Climate-KIC is one of the Knowledge and Innovation Communities (KICs) created in 2010 by the European Institute of Innovation and Technology (EIT), the EU body tasked with creating sustainable European growth while dealing with the global challenges of our time.

The Team

The Global Calculator was built by the UK’s Department of Energy and Climate Change, Climate-KIC, the International Energy Agency, the Energy Research Institute (China), the World Resources Institute, Ernst & Young, Imperial College London, London School of Economics, Potsdam Institute, Climact, Climate Media Factory, Rothamsted Research, Walker Institute, the UK National Environment Research Council, the UK National Oceanography Centre, the UK Met Office and Universite de Versailles St-Quentin-en-Yvelines. In addition, over 150 experts from around the world were consulted during the course of building the model.

Try the tool

Find out more about the project

News story: International Crime and Policing Conference 2015

Updated: Added translation

The first Home Office crime and policing conference, ‘Cutting crime in a changing world’, takes place on 28 and 29 January 2015.

The conference brings together 120 leading experts to share a wide range of perspectives on crime. It’s an opportunity to highlight new research, generate ideas, showcase innovation and consider how we – government, police and citizens – should respond to current and future crime challenges.

A message from Home Secretary Theresa May

The conference will be opened by Home Secretary Theresa May. The keynote speakers are Professor Franklin Zimring from UC Berkeley School of Law, and Professor Sadie Creese from Oxford University.

Other speakers include a wide range of UK and international experts from law enforcement, academia, industry and the voluntary sector.

Professor Franklin Zimring
Professor Franklin Zimring, Professor of Law, UC Berkeley School of Law

Evolving crime challenges

Crime in England and Wales has fallen by more than 60% since the mid 1990s, according to the independent Crime Survey. In much of the Western world it has fallen sharply over roughly the same period. Since this government came to power, survey recorded crime has fallen by over a fifth.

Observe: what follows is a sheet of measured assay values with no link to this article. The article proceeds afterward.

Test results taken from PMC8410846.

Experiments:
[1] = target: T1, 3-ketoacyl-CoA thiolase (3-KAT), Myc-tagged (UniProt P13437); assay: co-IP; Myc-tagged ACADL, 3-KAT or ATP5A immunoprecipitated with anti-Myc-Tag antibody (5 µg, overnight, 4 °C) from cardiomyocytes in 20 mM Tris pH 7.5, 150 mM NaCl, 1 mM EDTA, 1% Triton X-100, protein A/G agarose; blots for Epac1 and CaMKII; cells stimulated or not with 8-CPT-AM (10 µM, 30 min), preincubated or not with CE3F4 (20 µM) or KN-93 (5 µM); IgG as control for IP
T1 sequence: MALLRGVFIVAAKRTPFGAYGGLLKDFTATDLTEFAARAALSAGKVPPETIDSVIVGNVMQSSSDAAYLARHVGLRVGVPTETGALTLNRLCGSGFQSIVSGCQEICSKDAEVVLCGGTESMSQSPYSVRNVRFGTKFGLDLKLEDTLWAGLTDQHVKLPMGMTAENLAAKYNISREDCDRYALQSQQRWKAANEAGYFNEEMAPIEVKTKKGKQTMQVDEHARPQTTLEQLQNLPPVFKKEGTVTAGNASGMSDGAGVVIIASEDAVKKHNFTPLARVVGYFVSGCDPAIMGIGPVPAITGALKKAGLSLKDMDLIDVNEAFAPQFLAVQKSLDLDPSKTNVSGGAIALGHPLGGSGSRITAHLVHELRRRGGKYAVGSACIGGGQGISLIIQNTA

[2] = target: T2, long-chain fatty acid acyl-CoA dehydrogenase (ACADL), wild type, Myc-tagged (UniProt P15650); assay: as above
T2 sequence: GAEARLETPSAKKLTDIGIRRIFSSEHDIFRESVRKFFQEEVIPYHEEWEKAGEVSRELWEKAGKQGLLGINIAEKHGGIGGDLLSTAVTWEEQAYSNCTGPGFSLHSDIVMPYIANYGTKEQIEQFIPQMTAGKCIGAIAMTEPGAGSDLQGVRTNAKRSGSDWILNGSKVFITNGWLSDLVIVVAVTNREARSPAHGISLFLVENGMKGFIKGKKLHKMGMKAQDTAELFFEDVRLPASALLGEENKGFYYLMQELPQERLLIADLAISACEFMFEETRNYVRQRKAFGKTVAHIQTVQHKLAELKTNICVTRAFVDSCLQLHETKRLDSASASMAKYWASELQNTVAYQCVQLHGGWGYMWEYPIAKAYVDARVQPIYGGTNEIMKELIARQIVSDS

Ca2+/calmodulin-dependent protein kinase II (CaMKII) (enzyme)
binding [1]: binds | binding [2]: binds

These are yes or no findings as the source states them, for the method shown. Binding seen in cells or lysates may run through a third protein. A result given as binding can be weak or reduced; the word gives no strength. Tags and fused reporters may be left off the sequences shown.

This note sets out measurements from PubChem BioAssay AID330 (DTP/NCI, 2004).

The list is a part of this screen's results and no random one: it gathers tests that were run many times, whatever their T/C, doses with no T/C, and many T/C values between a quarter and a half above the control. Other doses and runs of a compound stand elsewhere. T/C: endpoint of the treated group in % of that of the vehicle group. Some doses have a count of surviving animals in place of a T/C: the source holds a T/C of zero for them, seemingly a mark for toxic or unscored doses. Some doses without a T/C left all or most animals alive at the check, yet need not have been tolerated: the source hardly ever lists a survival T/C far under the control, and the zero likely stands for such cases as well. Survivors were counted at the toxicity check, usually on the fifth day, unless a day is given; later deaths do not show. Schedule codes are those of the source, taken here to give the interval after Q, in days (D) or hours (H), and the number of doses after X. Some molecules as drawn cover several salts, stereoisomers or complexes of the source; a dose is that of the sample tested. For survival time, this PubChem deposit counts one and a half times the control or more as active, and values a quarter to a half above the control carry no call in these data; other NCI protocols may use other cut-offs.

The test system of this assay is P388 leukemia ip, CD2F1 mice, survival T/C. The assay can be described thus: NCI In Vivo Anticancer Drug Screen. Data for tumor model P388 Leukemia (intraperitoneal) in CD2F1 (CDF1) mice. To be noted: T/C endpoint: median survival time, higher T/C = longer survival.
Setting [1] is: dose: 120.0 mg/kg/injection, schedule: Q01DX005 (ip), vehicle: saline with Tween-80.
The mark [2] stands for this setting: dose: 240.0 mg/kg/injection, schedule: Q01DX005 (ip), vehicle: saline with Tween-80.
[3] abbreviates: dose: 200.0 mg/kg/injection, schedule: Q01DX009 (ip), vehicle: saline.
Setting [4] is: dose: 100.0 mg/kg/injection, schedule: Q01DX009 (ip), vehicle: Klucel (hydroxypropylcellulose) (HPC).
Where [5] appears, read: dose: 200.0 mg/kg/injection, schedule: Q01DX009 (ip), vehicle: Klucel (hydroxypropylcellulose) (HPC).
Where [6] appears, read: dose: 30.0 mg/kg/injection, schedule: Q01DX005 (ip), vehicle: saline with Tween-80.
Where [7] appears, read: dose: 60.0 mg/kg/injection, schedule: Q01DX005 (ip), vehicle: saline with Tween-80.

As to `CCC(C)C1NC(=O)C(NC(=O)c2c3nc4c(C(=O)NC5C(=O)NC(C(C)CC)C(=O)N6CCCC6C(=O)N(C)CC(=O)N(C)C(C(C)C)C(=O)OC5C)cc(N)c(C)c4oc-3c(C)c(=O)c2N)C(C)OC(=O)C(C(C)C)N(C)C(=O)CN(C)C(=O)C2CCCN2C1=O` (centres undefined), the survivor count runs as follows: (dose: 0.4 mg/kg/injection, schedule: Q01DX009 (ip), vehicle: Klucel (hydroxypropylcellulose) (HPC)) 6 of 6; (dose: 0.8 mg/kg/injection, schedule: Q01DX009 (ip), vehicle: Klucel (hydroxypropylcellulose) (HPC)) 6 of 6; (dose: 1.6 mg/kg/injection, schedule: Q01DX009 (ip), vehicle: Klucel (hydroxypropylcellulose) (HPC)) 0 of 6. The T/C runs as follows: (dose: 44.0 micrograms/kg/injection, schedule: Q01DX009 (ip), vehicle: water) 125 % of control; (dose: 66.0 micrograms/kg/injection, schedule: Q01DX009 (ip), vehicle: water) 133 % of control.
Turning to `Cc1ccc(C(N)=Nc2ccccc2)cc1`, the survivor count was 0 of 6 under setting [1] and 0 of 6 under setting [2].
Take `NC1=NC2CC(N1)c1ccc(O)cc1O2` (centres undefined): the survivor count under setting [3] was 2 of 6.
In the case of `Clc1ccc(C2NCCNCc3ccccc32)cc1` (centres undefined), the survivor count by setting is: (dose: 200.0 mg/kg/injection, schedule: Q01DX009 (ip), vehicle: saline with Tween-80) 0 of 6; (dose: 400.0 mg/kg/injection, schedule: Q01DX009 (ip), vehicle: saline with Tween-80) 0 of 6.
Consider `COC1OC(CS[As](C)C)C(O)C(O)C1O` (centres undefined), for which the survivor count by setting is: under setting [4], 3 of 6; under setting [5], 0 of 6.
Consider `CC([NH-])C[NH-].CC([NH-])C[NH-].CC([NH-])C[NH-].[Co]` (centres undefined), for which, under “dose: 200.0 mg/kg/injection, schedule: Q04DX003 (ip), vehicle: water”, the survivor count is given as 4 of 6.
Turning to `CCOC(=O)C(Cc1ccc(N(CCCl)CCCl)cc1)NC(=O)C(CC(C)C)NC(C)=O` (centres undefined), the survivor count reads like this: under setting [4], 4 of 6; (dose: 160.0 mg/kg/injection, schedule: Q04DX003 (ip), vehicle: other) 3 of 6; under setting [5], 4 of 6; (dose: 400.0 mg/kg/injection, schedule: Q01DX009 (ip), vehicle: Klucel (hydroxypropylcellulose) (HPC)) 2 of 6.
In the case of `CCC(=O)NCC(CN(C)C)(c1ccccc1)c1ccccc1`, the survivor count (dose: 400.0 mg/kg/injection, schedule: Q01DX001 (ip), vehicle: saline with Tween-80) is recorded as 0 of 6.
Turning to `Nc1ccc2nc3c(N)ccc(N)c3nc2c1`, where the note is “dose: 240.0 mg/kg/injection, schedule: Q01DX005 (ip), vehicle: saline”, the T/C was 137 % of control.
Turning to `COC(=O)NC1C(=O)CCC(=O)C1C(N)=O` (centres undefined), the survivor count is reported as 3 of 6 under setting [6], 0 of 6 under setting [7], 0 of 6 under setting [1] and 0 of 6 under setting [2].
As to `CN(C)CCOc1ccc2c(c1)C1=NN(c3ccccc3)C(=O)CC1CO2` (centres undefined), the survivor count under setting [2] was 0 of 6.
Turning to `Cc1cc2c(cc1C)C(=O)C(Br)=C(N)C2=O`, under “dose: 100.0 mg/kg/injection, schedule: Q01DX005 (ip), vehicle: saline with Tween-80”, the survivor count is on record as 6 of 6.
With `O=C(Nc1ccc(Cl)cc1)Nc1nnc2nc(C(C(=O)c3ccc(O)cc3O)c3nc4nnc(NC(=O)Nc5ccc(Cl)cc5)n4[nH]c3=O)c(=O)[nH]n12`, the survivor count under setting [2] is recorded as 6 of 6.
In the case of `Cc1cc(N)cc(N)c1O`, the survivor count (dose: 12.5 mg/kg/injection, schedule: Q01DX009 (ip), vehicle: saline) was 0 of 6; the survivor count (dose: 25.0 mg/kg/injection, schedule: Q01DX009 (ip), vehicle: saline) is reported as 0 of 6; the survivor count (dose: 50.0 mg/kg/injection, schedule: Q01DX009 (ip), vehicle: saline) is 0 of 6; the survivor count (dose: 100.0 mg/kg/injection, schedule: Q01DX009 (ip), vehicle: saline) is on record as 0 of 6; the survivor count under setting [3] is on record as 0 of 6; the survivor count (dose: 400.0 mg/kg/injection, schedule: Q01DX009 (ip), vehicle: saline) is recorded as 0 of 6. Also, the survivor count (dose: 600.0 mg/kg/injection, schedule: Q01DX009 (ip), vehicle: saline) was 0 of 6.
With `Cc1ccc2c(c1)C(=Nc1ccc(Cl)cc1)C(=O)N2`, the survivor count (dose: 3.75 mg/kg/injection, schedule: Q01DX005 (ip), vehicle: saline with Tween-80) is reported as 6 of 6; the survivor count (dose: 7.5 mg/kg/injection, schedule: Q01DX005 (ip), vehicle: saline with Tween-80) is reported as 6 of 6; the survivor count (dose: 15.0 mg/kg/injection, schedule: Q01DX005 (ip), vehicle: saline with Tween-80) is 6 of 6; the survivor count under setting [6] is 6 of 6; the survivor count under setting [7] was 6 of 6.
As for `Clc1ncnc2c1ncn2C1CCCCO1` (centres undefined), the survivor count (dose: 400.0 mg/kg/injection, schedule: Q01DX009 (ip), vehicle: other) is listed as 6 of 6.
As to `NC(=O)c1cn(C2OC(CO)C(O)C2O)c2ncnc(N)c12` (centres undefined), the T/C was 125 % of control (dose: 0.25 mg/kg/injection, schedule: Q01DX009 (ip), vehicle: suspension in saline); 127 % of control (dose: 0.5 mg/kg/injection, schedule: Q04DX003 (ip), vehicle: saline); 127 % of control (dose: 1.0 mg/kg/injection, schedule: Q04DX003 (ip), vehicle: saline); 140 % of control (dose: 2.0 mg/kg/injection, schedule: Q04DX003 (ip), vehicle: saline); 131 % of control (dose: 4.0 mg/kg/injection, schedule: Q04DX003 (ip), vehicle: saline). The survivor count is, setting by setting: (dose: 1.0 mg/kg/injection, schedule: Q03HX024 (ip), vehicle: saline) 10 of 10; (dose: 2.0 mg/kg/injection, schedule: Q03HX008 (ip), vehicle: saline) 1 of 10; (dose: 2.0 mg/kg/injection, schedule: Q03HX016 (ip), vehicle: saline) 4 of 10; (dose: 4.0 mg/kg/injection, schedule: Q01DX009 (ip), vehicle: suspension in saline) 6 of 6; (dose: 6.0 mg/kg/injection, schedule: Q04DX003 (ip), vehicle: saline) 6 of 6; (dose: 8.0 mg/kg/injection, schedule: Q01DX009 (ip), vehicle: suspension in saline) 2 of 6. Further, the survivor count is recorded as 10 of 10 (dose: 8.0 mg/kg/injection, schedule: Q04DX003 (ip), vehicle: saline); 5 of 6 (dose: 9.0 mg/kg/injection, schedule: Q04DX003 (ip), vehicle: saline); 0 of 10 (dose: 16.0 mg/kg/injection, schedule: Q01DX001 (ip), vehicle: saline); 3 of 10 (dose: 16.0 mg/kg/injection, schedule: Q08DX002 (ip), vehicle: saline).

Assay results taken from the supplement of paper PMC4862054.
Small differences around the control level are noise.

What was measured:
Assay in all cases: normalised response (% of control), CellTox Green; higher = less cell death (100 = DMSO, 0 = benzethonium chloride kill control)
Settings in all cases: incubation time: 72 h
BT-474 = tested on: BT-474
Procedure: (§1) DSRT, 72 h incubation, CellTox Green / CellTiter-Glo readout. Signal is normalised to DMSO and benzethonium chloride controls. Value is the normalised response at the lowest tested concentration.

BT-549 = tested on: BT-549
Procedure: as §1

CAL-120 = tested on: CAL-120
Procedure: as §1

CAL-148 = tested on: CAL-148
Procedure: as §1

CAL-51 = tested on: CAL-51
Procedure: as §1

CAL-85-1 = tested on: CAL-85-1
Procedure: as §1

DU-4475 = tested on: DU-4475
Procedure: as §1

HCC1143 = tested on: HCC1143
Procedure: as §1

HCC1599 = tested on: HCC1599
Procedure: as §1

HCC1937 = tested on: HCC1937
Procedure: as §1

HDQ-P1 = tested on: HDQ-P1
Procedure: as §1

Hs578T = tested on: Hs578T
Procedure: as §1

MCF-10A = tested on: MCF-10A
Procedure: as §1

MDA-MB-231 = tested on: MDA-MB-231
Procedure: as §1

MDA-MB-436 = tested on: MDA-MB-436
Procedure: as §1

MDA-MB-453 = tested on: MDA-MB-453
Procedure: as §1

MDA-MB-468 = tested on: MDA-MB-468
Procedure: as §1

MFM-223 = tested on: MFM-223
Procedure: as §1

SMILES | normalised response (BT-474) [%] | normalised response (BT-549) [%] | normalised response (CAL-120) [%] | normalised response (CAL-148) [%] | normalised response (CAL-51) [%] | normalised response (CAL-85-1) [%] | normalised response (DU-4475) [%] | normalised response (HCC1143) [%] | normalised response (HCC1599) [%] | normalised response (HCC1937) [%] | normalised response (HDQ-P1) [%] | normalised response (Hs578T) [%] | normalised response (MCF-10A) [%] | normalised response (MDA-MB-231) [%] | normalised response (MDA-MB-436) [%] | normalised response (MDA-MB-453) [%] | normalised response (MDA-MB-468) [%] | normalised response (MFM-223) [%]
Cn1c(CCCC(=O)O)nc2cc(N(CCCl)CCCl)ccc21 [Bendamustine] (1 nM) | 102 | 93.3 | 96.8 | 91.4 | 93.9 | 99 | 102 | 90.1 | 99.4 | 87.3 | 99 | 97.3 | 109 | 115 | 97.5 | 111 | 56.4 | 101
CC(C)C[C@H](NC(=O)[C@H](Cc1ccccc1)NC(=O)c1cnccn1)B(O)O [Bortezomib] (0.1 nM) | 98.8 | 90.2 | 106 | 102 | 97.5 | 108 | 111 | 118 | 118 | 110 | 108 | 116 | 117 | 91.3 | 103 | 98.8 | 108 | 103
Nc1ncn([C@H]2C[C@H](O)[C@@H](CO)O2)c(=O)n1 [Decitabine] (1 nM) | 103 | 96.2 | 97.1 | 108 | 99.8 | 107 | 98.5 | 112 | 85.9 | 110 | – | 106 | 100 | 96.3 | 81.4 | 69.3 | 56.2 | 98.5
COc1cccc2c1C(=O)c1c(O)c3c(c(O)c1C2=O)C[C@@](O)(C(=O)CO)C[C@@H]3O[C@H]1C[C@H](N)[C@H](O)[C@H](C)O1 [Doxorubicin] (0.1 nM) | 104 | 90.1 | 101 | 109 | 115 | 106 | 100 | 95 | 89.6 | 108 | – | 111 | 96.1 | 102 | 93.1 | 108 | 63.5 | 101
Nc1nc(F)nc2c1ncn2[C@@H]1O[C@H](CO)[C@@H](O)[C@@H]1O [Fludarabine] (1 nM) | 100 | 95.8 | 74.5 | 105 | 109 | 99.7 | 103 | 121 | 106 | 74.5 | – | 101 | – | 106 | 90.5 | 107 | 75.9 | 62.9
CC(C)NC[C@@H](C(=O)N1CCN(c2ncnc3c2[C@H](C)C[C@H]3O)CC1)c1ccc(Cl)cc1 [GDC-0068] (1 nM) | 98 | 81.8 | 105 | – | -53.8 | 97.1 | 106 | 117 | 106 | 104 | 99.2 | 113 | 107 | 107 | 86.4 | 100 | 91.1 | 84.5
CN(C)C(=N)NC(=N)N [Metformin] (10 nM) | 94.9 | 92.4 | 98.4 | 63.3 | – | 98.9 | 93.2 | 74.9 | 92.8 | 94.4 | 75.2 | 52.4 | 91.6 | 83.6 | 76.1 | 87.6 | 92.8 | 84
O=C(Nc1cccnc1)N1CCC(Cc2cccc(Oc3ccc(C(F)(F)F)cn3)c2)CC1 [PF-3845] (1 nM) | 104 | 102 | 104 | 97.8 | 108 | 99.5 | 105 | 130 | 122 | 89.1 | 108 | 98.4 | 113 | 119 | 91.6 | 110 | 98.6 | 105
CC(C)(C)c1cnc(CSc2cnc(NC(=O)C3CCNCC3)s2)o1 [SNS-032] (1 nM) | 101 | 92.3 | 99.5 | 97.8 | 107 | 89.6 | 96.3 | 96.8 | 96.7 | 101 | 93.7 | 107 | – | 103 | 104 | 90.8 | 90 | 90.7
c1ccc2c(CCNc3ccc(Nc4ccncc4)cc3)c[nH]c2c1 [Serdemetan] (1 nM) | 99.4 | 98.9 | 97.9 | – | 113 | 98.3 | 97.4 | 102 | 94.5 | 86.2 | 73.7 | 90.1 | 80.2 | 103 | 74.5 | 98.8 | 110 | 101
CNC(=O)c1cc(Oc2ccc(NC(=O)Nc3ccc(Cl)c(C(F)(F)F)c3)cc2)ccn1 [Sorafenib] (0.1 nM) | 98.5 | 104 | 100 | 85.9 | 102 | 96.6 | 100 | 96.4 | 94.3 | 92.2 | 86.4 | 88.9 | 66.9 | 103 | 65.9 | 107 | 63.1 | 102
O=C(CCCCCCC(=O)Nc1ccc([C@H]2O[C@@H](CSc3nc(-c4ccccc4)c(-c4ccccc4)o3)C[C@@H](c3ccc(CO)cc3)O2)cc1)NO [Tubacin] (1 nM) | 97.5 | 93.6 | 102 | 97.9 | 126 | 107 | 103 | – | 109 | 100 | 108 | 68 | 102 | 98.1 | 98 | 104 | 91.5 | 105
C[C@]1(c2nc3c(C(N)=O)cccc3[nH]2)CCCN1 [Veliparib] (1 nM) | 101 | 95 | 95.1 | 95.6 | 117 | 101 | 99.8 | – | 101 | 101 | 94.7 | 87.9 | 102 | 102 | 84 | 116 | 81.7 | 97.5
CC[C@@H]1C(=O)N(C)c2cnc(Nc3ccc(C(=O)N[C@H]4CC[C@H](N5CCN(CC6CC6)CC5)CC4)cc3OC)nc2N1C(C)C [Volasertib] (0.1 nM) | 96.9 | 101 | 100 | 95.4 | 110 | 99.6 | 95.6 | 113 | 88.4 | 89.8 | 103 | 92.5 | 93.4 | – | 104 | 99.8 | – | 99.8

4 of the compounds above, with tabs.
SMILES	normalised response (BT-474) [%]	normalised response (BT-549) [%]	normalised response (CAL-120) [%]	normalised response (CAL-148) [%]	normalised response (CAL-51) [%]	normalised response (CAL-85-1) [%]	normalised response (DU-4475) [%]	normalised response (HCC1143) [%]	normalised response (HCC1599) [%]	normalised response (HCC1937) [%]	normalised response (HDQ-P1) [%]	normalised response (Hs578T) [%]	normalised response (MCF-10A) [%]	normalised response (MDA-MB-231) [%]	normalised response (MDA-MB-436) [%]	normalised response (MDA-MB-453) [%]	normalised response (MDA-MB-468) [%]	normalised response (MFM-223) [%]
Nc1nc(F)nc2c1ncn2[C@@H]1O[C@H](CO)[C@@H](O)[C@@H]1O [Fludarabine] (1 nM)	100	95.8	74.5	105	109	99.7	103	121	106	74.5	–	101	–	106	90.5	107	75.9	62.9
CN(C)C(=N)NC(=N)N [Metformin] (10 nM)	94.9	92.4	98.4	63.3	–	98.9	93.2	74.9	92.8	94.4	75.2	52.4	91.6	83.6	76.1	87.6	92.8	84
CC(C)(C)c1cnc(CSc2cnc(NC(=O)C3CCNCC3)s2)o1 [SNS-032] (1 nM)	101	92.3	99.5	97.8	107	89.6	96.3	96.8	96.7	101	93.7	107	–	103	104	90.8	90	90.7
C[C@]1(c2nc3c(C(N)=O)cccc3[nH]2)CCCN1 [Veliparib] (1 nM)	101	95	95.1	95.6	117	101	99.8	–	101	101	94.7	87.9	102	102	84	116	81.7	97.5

At the same time, the picture is becoming more complex. In England and Wales, more people are coming forward to report certain types of abuse that have previously been under-reported. Meanwhile, advances in technology are providing opportunities for both criminals and law enforcement.

Bill Blair, Chief of the Toronto Police Service
Bill Blair, Chief of the Toronto Police Service

As the government responds to the evolving picture of crime, we must:

  • develop better analysis and evidence on crime trends and drivers, and share it so that police forces and others can ensure crime keeps falling
  • co-ordinate the response to crime issues that are national, serious or organised

Both of these aims are central to our discussions at the conference.

Interactive world map

Explore our interactive map of conference speakers and global cooperation in crime prevention.

Join the discussion

Keep up with conference as it happens by following the Home Office on twitter, or join the discussion using #CrimeConf2015.

Sir Robert Parker
Sir Robert Parker, Former Mayor of Christchurch, New Zealand

Research and analysis

The Home Office has published several papers relevant to the conference.

New mortgage rules to hit city house hunters hardest
First-time buyers have been spared the worst of strict new lending rules introduced by the Central Bank.
Scotch whisky industry ‘bigger than UK iron and steel or computers’
Report finds investment pouring into new distilleries, but Scotch Whisky Association calls on government to reduce tax

Scotch whisky is worth more than £5bn to the UK economy, according to a report that highlights its contribution to the country’s exports and job creation.

Distillers spread from the lowlands of Scotland to as far north as Kirkwall in Orkney directly employ 10,900 people, but they also support a further 30,000 jobs through the supply chain, the research group 4-consulting found.

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Strong dollar threatens debt crisis in sub-Saharan Africa
ODI thinktank warns of risk of debt defaults as countries face $10.8bn in extra currency costs

The strong dollar is threatening an Asian-style debt crisis in sub-Saharan Africa, a thinktank has warned.

The rising value of the US currency is increasing the risk of sovereign debt defaults in the region, according to the Overseas Development Institute (ODI), by handing countries an additional $10.8bn (£7.1bn) of currency costs – equivalent to 1.1% of the region’s gross domestic product.